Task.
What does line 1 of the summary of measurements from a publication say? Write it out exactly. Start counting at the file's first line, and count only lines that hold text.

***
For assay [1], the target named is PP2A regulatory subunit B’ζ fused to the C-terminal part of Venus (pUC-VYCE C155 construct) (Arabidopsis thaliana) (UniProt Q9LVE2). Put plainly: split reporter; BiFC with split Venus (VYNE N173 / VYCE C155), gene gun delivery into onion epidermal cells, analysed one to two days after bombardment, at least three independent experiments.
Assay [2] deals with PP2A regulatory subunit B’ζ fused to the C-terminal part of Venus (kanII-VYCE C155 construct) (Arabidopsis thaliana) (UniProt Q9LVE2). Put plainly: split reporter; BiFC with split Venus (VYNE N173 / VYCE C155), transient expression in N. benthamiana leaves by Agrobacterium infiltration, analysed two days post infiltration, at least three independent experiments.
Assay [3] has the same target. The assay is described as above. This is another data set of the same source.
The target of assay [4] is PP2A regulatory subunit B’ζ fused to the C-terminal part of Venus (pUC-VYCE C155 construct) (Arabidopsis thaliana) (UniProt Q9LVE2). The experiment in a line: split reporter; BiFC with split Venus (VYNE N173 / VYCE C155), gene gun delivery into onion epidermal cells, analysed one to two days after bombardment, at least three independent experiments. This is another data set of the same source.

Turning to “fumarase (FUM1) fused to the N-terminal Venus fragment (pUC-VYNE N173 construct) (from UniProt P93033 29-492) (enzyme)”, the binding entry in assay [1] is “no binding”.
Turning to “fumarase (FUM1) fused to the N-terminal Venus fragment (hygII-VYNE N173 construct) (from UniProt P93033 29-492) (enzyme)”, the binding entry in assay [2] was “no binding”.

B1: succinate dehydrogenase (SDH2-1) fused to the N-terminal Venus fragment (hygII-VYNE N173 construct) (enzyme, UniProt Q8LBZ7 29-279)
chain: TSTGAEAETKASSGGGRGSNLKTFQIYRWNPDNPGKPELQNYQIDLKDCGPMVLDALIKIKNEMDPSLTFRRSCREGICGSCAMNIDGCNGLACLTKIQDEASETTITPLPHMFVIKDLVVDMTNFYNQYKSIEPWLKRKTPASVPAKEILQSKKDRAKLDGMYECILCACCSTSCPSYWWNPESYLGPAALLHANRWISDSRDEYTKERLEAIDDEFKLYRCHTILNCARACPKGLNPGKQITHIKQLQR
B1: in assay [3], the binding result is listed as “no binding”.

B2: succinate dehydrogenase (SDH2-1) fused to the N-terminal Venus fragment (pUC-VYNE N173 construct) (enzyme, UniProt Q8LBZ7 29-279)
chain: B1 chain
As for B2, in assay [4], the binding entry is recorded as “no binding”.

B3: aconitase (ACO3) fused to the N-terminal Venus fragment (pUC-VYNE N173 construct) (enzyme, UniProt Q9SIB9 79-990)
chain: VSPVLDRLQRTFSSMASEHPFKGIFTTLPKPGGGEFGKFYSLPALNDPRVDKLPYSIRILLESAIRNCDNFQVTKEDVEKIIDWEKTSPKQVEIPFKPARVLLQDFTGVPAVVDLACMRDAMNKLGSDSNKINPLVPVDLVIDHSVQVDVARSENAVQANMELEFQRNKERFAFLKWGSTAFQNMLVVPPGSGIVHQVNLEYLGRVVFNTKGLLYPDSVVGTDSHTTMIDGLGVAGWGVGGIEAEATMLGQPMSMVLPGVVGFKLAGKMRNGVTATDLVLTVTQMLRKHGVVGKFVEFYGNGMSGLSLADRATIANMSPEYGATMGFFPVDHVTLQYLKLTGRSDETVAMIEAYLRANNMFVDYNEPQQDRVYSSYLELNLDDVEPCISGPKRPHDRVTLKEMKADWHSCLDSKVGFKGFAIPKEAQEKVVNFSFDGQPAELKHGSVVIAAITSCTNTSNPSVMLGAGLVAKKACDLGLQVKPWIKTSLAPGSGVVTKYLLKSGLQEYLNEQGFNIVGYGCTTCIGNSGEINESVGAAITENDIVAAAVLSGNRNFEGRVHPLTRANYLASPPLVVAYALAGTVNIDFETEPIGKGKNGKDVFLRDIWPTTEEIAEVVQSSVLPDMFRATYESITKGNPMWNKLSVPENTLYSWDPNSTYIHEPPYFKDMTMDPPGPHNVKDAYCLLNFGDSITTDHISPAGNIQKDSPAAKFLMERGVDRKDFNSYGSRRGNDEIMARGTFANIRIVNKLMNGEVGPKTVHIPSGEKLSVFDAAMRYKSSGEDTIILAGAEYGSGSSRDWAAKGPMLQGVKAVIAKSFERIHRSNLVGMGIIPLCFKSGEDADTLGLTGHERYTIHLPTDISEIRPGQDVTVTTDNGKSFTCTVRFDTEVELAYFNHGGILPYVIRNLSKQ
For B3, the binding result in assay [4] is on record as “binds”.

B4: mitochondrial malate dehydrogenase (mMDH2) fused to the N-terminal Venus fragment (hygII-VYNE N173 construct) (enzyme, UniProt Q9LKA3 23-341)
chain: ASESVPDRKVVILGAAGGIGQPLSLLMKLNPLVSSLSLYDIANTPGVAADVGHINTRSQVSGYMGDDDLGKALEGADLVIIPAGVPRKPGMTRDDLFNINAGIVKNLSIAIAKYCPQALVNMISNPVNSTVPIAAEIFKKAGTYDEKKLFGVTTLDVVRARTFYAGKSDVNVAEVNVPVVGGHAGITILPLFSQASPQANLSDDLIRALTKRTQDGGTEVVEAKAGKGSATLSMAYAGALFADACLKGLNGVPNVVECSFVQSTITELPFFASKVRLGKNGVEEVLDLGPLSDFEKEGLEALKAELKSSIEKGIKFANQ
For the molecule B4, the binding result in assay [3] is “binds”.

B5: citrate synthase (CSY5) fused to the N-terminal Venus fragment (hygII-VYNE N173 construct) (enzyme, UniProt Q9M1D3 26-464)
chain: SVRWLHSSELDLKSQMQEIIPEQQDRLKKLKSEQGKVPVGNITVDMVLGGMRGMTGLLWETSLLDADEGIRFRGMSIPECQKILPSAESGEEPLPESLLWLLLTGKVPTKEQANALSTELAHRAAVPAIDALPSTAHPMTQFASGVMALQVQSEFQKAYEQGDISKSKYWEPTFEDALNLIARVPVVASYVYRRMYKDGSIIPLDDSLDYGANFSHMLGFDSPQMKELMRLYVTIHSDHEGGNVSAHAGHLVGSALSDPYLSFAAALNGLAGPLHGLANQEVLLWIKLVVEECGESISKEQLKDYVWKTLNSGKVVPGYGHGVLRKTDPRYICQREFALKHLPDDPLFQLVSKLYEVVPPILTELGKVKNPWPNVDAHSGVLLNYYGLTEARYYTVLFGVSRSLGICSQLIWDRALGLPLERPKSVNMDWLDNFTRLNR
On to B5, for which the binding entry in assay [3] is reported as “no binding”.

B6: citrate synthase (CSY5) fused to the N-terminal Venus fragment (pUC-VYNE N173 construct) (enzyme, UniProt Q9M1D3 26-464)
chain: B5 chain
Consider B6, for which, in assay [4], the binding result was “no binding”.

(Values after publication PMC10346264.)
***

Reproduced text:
For assay [1], the target named is PP2A regulatory subunit B’ζ fused to the C-terminal part of Venus (pUC-VYCE C155 construct) (Arabidopsis thaliana) (UniProt Q9LVE2). Put plainly: split reporter; BiFC with split Venus (VYNE N173 / VYCE C155), gene gun delivery into onion epidermal cells, analysed one to two days after bombardment, at least three independent experiments.